Since 2008, I have had five major brain surger­ies, lost my hearing, and developed facial weakness. I have limited vision, and my eyes do not produce moisture like they should. My left eye has an ulcer and is also sewn three-fourths of the way shut. My vocal cords are paralyzed, which makes it difficult for me to talk and for others to understand me.

For some reason, I drool, especially when I’m warm or hot. My mouth gets really dry, despite the drool. I can’t swallow well, so all my liquids must be thickened to keep me from choking. The drooling is worse when I eat, so I wear a bib to avoid a messy shirt. I used to hate to go out to eat because I feared what others might think of me, but I got over that because this is who I am.

NF has taken a toll on my physical appearance. I used to go to the gym five days a week, but now I’m lucky to go twice a week. I prefer to use my left hand for almost everything because my right hand is uncoordinated. I can still move it, but I can’t control it well. I use American Sign Language a lot to communicate, but it’s very difficult, and I’m still learning. If you had asked my dad before 2013, he would have told you that my handwriting looked like chicken scratch. Now, I can’t even manage that. It takes all I have to make a legible EB.

I have tumors in my left hand. We went to see a hand specialist, but he said he would not try to remove them because if the surgeon cut one of the many nerves in my hand, I could lose hand function.

I have a tumor on my spine and tumors on my feet and ankles, requiring me to wear foot drop braces to keep my feet straight. I don’t have my balance, so I need a wheelchair to get around.

None of this stops me from trying to improve myself and to inspire those around me. It’ll be very interesting to see how NF affects me in the years to come. Isn’t it comforting to know that God is bigger than anything we face (John 16:33)? Jesus tells us he has overcome the world. If we have accepted Jesus as Lord, the Holy Spirit lives inside us. We are told in 1 John 4:4, “You, dear children, are from God and have overcome them, because the one who is in you is greater than the one who is in the world.”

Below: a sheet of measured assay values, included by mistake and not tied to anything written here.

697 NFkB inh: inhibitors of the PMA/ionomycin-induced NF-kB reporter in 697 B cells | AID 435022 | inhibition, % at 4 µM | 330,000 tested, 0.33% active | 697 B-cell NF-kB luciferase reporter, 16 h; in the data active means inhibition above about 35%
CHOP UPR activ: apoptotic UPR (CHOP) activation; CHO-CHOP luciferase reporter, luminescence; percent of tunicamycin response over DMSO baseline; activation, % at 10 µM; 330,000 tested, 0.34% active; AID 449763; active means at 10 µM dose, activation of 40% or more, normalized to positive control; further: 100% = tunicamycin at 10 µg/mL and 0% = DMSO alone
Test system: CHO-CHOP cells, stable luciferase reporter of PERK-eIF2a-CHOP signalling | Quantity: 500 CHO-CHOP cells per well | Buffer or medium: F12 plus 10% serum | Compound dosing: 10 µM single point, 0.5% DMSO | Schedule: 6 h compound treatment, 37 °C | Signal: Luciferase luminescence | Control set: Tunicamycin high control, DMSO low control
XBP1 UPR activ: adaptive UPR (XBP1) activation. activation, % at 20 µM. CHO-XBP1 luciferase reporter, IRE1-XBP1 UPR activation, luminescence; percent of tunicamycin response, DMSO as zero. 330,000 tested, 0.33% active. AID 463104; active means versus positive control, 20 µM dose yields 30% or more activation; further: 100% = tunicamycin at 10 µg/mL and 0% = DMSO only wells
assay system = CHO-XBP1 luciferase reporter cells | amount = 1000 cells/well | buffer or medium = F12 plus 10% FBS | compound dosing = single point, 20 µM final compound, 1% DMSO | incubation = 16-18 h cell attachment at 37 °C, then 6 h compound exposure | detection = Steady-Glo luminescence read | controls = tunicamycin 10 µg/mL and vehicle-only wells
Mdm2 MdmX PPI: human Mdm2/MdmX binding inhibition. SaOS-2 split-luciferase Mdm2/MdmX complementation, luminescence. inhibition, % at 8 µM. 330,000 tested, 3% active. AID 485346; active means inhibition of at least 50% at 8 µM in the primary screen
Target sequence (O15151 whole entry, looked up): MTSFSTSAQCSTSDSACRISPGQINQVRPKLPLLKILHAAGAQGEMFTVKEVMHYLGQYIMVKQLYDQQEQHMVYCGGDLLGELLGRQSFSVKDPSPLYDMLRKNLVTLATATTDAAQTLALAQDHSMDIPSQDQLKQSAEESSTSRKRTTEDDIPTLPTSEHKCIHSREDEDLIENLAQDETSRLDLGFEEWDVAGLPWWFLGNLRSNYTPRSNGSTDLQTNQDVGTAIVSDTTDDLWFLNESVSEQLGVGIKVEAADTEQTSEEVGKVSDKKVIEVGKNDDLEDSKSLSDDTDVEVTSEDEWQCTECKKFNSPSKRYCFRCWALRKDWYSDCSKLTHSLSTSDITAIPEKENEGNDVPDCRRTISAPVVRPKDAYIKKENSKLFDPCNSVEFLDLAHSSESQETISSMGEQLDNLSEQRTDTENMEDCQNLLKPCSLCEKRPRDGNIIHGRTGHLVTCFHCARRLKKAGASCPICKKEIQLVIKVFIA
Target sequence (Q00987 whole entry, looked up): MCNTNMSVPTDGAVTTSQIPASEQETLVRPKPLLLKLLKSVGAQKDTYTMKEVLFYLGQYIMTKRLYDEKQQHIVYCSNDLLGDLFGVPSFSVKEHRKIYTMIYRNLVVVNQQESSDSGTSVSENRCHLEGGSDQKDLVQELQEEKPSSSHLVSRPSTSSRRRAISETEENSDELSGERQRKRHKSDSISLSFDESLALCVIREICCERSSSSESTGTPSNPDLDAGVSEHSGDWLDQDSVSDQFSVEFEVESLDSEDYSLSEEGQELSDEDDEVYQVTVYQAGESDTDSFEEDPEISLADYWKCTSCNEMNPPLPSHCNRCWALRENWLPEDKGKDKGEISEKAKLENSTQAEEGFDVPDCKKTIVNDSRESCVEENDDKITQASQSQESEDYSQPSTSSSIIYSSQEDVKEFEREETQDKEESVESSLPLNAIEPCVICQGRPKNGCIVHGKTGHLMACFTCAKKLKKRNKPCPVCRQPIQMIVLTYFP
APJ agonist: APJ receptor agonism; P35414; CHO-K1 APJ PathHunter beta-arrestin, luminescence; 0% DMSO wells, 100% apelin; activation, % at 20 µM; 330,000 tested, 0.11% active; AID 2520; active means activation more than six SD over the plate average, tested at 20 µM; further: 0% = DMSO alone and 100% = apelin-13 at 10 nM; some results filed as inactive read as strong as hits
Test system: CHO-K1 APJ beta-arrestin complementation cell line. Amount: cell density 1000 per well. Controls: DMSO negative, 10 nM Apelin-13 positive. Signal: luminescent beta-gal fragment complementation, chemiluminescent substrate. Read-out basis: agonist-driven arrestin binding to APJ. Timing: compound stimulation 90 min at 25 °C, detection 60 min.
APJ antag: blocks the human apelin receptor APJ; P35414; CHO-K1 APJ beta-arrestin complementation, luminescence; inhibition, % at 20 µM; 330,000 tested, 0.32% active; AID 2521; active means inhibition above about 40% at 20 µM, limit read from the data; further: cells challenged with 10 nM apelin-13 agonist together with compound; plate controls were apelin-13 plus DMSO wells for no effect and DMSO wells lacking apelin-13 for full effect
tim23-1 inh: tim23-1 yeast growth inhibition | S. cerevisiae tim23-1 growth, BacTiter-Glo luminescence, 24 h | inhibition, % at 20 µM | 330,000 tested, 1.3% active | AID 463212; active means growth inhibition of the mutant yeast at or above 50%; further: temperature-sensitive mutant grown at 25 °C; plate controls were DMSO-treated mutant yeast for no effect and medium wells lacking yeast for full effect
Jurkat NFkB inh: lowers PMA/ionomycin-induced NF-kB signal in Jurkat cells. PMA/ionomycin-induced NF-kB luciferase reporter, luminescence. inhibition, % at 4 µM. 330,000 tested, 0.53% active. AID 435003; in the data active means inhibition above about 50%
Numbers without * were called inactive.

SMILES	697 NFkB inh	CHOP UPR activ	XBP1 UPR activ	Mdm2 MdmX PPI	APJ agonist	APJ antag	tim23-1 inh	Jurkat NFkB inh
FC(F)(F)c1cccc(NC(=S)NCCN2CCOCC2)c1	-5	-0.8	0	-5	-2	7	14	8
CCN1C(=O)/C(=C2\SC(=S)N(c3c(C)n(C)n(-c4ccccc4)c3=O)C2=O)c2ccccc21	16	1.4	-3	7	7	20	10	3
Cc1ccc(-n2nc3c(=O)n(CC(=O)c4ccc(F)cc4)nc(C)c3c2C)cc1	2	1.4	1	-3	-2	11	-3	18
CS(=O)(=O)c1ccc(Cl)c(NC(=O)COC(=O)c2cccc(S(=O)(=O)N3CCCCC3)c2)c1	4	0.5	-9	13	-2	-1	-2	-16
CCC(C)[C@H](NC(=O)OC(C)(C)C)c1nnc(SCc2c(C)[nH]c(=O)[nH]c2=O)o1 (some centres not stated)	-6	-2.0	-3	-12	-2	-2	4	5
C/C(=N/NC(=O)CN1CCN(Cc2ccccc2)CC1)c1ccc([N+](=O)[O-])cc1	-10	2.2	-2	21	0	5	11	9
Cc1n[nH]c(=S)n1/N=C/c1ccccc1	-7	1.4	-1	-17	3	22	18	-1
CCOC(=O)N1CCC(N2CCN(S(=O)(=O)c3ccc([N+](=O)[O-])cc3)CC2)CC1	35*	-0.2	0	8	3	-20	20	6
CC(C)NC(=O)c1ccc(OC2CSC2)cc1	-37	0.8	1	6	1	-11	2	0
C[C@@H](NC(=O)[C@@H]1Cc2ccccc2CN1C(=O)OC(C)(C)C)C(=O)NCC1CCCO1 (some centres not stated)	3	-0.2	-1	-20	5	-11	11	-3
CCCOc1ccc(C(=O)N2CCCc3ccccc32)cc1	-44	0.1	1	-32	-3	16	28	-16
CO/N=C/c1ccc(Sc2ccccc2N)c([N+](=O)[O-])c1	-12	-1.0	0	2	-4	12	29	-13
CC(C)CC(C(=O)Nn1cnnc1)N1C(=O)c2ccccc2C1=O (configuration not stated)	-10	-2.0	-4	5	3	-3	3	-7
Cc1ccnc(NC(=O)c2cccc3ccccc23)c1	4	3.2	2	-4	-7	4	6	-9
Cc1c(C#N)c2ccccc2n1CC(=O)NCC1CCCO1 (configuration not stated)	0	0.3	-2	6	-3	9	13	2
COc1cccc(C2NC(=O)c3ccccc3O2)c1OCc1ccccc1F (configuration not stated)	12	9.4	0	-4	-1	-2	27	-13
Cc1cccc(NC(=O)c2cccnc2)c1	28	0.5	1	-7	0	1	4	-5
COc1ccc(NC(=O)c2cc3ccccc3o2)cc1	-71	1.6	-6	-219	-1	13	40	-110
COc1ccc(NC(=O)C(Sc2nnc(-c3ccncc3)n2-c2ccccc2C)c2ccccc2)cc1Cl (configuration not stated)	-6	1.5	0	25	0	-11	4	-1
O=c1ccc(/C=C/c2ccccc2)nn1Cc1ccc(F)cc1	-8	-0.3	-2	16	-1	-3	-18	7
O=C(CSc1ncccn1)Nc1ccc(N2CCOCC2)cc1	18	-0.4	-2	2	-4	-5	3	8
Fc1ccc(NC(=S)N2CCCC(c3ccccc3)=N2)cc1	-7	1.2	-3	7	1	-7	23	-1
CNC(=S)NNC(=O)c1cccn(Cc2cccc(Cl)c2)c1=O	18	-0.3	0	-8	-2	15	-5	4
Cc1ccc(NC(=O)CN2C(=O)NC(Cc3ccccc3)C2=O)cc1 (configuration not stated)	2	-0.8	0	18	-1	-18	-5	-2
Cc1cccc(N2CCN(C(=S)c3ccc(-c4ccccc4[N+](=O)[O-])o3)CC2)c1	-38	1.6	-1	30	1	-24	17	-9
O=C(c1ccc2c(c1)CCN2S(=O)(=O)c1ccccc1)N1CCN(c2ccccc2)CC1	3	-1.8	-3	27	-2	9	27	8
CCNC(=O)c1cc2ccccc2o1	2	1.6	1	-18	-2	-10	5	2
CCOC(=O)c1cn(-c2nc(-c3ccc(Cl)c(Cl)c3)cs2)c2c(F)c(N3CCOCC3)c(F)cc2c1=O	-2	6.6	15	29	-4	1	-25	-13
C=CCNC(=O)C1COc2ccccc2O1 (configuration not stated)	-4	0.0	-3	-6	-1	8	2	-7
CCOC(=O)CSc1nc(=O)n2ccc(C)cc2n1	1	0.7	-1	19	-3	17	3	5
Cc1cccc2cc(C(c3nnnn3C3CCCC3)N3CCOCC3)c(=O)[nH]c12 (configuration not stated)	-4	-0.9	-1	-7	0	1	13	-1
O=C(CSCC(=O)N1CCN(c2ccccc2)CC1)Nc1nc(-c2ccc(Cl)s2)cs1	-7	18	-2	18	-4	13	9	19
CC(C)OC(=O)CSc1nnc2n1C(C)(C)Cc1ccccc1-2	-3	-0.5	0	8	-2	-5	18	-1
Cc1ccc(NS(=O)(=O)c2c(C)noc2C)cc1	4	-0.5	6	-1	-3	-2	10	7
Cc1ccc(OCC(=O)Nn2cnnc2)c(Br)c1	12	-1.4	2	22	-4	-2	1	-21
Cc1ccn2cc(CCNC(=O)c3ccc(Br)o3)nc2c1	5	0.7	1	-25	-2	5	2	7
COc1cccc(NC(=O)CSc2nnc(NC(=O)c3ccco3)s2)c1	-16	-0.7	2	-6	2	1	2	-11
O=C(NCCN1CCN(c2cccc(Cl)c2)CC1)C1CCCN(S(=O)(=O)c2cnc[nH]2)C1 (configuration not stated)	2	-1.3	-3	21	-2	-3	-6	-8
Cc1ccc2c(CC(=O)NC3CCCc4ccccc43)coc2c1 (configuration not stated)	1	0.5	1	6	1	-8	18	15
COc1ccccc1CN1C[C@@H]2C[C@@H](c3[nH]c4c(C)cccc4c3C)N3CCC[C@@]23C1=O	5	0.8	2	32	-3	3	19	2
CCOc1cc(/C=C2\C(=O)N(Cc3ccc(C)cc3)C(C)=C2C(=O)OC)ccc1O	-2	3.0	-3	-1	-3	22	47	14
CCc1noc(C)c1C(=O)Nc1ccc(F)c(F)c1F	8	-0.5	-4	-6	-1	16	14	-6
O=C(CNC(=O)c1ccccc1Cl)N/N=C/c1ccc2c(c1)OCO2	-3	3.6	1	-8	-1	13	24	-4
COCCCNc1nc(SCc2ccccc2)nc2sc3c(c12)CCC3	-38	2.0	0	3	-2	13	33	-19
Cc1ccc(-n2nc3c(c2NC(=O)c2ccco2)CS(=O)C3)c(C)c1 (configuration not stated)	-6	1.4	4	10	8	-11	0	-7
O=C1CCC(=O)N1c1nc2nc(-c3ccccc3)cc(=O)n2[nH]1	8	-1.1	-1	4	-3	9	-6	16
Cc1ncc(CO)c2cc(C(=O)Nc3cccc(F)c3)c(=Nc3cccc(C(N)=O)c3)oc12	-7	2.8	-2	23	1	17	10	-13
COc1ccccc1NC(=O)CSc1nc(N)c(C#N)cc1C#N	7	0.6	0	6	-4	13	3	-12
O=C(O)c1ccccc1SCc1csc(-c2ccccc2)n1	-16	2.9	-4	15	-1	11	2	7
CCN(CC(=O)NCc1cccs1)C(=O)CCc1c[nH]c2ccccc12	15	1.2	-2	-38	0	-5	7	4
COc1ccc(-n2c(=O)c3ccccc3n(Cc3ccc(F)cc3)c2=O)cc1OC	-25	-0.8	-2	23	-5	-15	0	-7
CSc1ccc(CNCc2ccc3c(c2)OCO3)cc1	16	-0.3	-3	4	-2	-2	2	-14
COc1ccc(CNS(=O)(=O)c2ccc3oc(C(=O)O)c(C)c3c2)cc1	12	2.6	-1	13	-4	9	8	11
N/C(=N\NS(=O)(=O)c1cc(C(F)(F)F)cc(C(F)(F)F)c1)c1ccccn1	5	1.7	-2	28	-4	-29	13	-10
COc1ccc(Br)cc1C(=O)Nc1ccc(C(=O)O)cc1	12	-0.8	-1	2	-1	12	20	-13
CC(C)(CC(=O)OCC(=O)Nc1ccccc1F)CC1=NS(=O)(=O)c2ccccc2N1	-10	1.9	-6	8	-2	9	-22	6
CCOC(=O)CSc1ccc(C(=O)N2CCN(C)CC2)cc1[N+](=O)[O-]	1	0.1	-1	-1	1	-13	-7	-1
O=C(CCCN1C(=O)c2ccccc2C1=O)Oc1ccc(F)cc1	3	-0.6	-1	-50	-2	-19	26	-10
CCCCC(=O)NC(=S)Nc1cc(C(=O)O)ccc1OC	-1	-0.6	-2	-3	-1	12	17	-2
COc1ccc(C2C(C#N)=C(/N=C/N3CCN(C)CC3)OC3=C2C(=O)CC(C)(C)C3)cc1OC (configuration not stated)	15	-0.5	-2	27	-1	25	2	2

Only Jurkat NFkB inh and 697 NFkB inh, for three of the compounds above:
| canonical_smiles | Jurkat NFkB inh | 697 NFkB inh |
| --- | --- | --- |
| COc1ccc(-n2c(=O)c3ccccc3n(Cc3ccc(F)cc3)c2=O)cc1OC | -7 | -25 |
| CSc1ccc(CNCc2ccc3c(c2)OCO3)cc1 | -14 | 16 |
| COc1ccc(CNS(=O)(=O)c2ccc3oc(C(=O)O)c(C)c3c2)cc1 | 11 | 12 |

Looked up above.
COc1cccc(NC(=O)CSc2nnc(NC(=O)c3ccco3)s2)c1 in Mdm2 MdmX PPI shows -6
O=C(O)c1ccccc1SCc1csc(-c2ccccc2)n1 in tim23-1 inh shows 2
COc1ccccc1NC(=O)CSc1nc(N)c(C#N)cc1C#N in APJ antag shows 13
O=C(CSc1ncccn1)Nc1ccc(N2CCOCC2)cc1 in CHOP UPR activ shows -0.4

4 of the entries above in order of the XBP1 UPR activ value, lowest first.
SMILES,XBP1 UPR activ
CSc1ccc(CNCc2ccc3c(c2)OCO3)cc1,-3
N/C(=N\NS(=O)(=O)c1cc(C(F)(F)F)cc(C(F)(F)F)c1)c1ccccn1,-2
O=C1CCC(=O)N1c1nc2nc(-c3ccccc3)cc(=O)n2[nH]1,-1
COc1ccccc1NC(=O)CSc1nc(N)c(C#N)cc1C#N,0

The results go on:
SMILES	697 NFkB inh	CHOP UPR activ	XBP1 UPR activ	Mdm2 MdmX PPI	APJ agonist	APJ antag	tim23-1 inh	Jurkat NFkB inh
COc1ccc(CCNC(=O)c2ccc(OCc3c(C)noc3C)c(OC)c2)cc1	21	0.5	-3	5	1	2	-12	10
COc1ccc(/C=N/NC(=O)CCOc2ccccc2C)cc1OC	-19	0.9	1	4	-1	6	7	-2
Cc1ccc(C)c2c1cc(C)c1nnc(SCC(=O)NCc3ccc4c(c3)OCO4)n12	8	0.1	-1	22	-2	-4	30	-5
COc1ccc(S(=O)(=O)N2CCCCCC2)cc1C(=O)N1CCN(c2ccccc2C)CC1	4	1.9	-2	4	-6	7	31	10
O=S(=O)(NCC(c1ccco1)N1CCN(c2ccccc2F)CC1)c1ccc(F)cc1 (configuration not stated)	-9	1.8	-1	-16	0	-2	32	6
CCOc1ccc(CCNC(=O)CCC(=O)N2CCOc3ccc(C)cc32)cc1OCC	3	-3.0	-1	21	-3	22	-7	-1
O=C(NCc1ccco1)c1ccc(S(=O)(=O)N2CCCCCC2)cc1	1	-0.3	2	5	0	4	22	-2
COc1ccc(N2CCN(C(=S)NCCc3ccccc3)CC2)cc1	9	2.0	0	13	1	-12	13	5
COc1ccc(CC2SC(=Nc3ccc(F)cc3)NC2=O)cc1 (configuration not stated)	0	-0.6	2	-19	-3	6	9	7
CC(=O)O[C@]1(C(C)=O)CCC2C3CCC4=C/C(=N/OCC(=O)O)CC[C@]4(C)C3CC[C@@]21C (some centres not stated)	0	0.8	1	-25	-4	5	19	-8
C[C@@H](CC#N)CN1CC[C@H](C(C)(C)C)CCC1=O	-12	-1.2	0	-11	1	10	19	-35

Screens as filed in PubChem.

Fear not, friends! Don’t fear for me, and if you know Christ as your Savior, don’t fear for yourself either.

My journey with NF started with a series of seemingly unconnected medical episodes that gave no hint of the challenges that lay ahead. I was in third grade when I had a fibroma, a benign tumor, removed from the back of my head. The doctor told us I could have it taken off if it bothered me. So that’s what we did. Little did we know how much that one bump would mark a change in our lives. The surgery left me with a bald spot. My doctor told me to tell anyone who asked that I had my “memory expansion chip” removed. (I think I’ll be needing that back!)

Later that year, I had my wisdom teeth removed, and I also had a growth on my tongue removed. The pathology report said that I needed to be evaluated for something called neurofibromatosis, but I wasn’t. So, we went on with our lives like normal. Nobody in my family has NF, so we really didn’t give it much thought.


The FIght of My Life, with a foreward by CTF friend and Colorado Rockies baseball player Ian Desmond, published by Lucid Books, is available on pre-sale now. Visit to pre-order your copy. (25% of book earnings will be donated back to the Children’s Tumor Foundation. If you complete your order on and select the Children’s Tumor Foundation as your charity, an additional .5% of your purchase will be donated back to support our mission to fund critical research to help NF Heroes like Ethan.)

Click here to learn more about Ethan’s friendship with Ian Desmond, and the Colorado Rockies baseball player’s role as Honorary Chair of the NF2 Accelerator Initiative.